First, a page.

The Washington Post published a short article written by David Montgomery in its ongoing critique of the Trump administration. The demise of the steel towns that used to stand in formation alongside the rivers of Pittsburgh transcends politics. It brings back memories. This article spotlights the decay of the formerly vibrant towns of Monessen, Aliquippa, Homestead, Braddock and Clairton. My parents reminisced of the days when laundry, hung out on the clothesline to dry would become gray from smoke that signaled the unstoppable industrial engines that lined the Monongahela, Allegheny and Ohio. One of the wonders of my childhood was the transformation of the night sky to bright orange as heated detritus from the iron works was dumped carload upon carload on the slag dump near my home in West Mifflin.
I recall waiting in line for hours in the winter of 1978 at the Duquesne mill, hoping to get one of the precious few summer jobs. Although it may have been my fortitude, waiting in the freezing cold that landed my that job, it was more likely that one of my uncles put in a good word for me. My pay shot up from the $2.35 per hour that I earned at Kennywood (plus an extra 50 cents if you stayed through Labor Day) to over $7!.
Although I always had my eye on college, if I ever had a notion to go straight to work after high school, my experience in the summer of 1979 would have cured me. Getting used to shift work clearly takes more than three months. Thew work was brutal. I was assigned to the iron works. During each shift “we” made three pours. The process itself was clearly antiquated. The oven was plugged with clay at the bottom, then pierced to release the now melted ore. The coke consumed in the process, floated at the top of the lava flow through runners in the floor. My job was to poke at it with a long metal pole to keep it from coagulating and overflowing onto the floor. Eighteen-hundred degrees cools pretty quickly, making this job pretty critical. One night, I was having trouble keeping up. I must have picked my head up for a breath, letting sulphur fumes under my hood. As I choked back the gas, my eyes watered too much for me to see that the plastic window in my hood began to melt. All the while I furiously kept poking at the floor, hoping I was keeping the super-hot stream moving because I was backed into a corner with no where to go if the runner overflowed. God had mercy on me and the flow finally ended, disaster averted.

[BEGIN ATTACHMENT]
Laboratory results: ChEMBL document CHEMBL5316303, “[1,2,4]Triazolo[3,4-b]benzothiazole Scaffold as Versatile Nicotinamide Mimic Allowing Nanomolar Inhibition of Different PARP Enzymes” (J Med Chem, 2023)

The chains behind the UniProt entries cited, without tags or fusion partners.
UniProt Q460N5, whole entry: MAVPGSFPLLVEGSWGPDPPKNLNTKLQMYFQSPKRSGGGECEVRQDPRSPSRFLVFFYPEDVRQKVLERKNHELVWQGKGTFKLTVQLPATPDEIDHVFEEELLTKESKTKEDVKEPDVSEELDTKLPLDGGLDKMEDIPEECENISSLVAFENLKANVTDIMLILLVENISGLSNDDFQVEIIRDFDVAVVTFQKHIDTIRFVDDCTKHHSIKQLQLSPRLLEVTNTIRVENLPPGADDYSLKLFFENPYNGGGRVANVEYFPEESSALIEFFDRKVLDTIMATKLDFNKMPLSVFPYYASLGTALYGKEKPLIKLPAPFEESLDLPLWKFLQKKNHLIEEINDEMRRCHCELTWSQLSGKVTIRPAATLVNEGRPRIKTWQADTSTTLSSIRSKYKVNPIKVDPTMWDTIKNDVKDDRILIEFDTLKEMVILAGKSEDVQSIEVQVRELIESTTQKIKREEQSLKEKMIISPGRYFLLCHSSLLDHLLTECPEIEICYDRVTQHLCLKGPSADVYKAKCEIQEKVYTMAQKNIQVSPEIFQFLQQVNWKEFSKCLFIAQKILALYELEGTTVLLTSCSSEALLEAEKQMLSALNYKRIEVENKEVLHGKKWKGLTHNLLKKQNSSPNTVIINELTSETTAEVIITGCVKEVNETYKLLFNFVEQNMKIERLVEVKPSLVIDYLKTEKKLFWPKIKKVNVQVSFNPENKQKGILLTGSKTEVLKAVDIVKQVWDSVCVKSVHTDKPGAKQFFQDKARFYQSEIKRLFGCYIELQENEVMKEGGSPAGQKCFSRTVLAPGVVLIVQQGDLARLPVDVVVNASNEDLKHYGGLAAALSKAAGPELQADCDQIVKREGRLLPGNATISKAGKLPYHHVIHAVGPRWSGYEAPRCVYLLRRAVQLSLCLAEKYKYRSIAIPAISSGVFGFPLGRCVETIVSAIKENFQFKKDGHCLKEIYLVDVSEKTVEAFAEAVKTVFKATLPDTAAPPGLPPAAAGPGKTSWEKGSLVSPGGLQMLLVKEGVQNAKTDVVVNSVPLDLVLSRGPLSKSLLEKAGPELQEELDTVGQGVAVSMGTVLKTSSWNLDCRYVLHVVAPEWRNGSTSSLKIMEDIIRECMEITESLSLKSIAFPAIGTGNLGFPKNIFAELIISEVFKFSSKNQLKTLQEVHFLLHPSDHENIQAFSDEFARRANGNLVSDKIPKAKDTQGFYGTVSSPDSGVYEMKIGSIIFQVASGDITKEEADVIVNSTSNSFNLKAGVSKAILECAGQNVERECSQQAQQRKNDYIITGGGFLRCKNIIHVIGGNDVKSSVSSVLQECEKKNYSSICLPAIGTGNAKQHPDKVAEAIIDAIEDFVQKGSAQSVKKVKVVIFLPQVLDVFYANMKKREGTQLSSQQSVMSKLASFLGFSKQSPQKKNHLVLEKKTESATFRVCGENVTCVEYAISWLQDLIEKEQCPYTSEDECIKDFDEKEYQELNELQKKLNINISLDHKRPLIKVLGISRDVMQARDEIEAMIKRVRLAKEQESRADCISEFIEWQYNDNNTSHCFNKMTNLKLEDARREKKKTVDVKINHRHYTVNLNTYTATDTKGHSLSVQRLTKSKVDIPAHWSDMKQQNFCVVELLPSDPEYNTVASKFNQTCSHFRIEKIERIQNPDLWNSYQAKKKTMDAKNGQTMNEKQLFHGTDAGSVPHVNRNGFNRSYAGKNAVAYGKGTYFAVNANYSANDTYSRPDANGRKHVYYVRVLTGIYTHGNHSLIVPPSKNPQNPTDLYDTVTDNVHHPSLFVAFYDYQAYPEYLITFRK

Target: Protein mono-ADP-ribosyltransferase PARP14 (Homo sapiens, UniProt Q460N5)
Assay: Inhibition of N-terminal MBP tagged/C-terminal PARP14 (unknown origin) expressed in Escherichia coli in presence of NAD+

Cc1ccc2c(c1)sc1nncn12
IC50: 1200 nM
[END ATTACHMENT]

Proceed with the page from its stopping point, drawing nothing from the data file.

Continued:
Three months doesn’t get me into the club (although they took union dues out of my last paycheck), but I did get a chance to see things from the inside. I ate the venison for lunch at 2:00 a.m. for “lunch” that some guy brought in. I drank beer at a nearby bar after the 7:00 a.m. shift and no one gave me a sideways glance about being underage. I got to see what things were really like before it all disappeared – the heat, the noise, the soot in everything including your nose and ears. But most importantly, I saw (mostly) men doing hard, dirty, dangerous work without bravado, without looking for sympathy, without an expectation of thanks. That will never be replaced.